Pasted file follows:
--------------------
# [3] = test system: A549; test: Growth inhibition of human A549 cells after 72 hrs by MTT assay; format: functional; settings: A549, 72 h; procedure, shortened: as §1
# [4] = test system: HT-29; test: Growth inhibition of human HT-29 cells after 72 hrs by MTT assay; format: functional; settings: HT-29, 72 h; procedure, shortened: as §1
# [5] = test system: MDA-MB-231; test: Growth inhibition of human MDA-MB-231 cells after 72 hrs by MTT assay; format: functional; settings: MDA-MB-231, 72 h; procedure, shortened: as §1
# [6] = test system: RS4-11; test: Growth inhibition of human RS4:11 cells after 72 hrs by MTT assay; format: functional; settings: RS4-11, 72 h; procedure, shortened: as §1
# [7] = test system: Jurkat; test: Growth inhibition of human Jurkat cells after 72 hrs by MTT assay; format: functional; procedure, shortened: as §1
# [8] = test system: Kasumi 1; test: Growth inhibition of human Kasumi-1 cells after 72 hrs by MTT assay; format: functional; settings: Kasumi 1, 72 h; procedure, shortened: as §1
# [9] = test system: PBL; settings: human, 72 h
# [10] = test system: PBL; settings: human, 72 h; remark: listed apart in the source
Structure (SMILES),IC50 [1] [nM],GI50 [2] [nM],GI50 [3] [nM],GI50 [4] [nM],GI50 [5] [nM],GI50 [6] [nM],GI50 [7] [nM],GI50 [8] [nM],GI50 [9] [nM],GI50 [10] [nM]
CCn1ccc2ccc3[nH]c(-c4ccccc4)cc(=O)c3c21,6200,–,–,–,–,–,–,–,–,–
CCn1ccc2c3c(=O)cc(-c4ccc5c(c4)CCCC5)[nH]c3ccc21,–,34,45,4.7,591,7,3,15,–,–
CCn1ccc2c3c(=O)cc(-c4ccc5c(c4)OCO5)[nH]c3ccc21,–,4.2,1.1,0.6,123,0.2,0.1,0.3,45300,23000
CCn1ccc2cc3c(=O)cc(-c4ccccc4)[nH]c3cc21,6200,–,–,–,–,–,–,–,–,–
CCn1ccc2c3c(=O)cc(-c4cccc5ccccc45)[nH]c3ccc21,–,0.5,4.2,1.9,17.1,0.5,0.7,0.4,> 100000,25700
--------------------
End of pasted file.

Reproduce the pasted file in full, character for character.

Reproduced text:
# [3] = test system: A549; test: Growth inhibition of human A549 cells after 72 hrs by MTT assay; format: functional; settings: A549, 72 h; procedure, shortened: as §1
# [4] = test system: HT-29; test: Growth inhibition of human HT-29 cells after 72 hrs by MTT assay; format: functional; settings: HT-29, 72 h; procedure, shortened: as §1
# [5] = test system: MDA-MB-231; test: Growth inhibition of human MDA-MB-231 cells after 72 hrs by MTT assay; format: functional; settings: MDA-MB-231, 72 h; procedure, shortened: as §1
# [6] = test system: RS4-11; test: Growth inhibition of human RS4:11 cells after 72 hrs by MTT assay; format: functional; settings: RS4-11, 72 h; procedure, shortened: as §1
# [7] = test system: Jurkat; test: Growth inhibition of human Jurkat cells after 72 hrs by MTT assay; format: functional; procedure, shortened: as §1
# [8] = test system: Kasumi 1; test: Growth inhibition of human Kasumi-1 cells after 72 hrs by MTT assay; format: functional; settings: Kasumi 1, 72 h; procedure, shortened: as §1
# [9] = test system: PBL; settings: human, 72 h
# [10] = test system: PBL; settings: human, 72 h; remark: listed apart in the source
Structure (SMILES),IC50 [1] [nM],GI50 [2] [nM],GI50 [3] [nM],GI50 [4] [nM],GI50 [5] [nM],GI50 [6] [nM],GI50 [7] [nM],GI50 [8] [nM],GI50 [9] [nM],GI50 [10] [nM]
CCn1ccc2ccc3[nH]c(-c4ccccc4)cc(=O)c3c21,6200,–,–,–,–,–,–,–,–,–
CCn1ccc2c3c(=O)cc(-c4ccc5c(c4)CCCC5)[nH]c3ccc21,–,34,45,4.7,591,7,3,15,–,–
CCn1ccc2c3c(=O)cc(-c4ccc5c(c4)OCO5)[nH]c3ccc21,–,4.2,1.1,0.6,123,0.2,0.1,0.3,45300,23000
CCn1ccc2cc3c(=O)cc(-c4ccccc4)[nH]c3cc21,6200,–,–,–,–,–,–,–,–,–
CCn1ccc2c3c(=O)cc(-c4cccc5ccccc45)[nH]c3ccc21,–,0.5,4.2,1.9,17.1,0.5,0.7,0.4,> 100000,25700